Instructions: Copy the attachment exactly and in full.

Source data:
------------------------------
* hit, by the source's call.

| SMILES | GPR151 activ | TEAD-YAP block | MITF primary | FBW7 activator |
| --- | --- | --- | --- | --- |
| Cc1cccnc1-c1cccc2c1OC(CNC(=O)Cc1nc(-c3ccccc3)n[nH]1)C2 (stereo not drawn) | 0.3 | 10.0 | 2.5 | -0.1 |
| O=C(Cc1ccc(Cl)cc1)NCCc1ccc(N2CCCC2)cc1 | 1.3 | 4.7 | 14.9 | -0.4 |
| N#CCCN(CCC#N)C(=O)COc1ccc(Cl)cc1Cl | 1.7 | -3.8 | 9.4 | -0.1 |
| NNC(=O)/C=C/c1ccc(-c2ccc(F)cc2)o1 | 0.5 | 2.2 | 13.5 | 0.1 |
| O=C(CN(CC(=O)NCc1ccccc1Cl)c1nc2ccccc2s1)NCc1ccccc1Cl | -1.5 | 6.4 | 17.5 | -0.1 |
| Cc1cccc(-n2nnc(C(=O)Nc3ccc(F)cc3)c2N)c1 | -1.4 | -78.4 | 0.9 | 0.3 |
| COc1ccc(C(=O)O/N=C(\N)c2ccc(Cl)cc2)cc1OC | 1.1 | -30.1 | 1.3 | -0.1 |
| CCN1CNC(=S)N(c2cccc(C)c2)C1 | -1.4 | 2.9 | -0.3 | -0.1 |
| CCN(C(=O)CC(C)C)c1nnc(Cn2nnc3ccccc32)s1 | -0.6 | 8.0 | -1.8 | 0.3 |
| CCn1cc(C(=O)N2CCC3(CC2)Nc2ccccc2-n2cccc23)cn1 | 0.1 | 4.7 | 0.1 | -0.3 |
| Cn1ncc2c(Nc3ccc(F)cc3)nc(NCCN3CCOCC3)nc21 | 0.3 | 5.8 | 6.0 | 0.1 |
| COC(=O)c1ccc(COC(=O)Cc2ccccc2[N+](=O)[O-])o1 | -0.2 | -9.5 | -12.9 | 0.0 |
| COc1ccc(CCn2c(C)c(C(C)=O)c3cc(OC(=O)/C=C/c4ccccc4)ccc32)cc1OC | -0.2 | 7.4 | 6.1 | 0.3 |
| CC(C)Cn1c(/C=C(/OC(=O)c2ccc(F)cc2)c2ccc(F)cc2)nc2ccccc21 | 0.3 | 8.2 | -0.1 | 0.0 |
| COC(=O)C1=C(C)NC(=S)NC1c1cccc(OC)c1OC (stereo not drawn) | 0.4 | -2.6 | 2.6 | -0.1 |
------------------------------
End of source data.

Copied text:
* hit, by the source's call.

| SMILES | GPR151 activ | TEAD-YAP block | MITF primary | FBW7 activator |
| --- | --- | --- | --- | --- |
| Cc1cccnc1-c1cccc2c1OC(CNC(=O)Cc1nc(-c3ccccc3)n[nH]1)C2 (stereo not drawn) | 0.3 | 10.0 | 2.5 | -0.1 |
| O=C(Cc1ccc(Cl)cc1)NCCc1ccc(N2CCCC2)cc1 | 1.3 | 4.7 | 14.9 | -0.4 |
| N#CCCN(CCC#N)C(=O)COc1ccc(Cl)cc1Cl | 1.7 | -3.8 | 9.4 | -0.1 |
| NNC(=O)/C=C/c1ccc(-c2ccc(F)cc2)o1 | 0.5 | 2.2 | 13.5 | 0.1 |
| O=C(CN(CC(=O)NCc1ccccc1Cl)c1nc2ccccc2s1)NCc1ccccc1Cl | -1.5 | 6.4 | 17.5 | -0.1 |
| Cc1cccc(-n2nnc(C(=O)Nc3ccc(F)cc3)c2N)c1 | -1.4 | -78.4 | 0.9 | 0.3 |
| COc1ccc(C(=O)O/N=C(\N)c2ccc(Cl)cc2)cc1OC | 1.1 | -30.1 | 1.3 | -0.1 |
| CCN1CNC(=S)N(c2cccc(C)c2)C1 | -1.4 | 2.9 | -0.3 | -0.1 |
| CCN(C(=O)CC(C)C)c1nnc(Cn2nnc3ccccc32)s1 | -0.6 | 8.0 | -1.8 | 0.3 |
| CCn1cc(C(=O)N2CCC3(CC2)Nc2ccccc2-n2cccc23)cn1 | 0.1 | 4.7 | 0.1 | -0.3 |
| Cn1ncc2c(Nc3ccc(F)cc3)nc(NCCN3CCOCC3)nc21 | 0.3 | 5.8 | 6.0 | 0.1 |
| COC(=O)c1ccc(COC(=O)Cc2ccccc2[N+](=O)[O-])o1 | -0.2 | -9.5 | -12.9 | 0.0 |
| COc1ccc(CCn2c(C)c(C(C)=O)c3cc(OC(=O)/C=C/c4ccccc4)ccc32)cc1OC | -0.2 | 7.4 | 6.1 | 0.3 |
| CC(C)Cn1c(/C=C(/OC(=O)c2ccc(F)cc2)c2ccc(F)cc2)nc2ccccc21 | 0.3 | 8.2 | -0.1 | 0.0 |
| COC(=O)C1=C(C)NC(=S)NC1c1cccc(OC)c1OC (stereo not drawn) | 0.4 | -2.6 | 2.6 | -0.1 |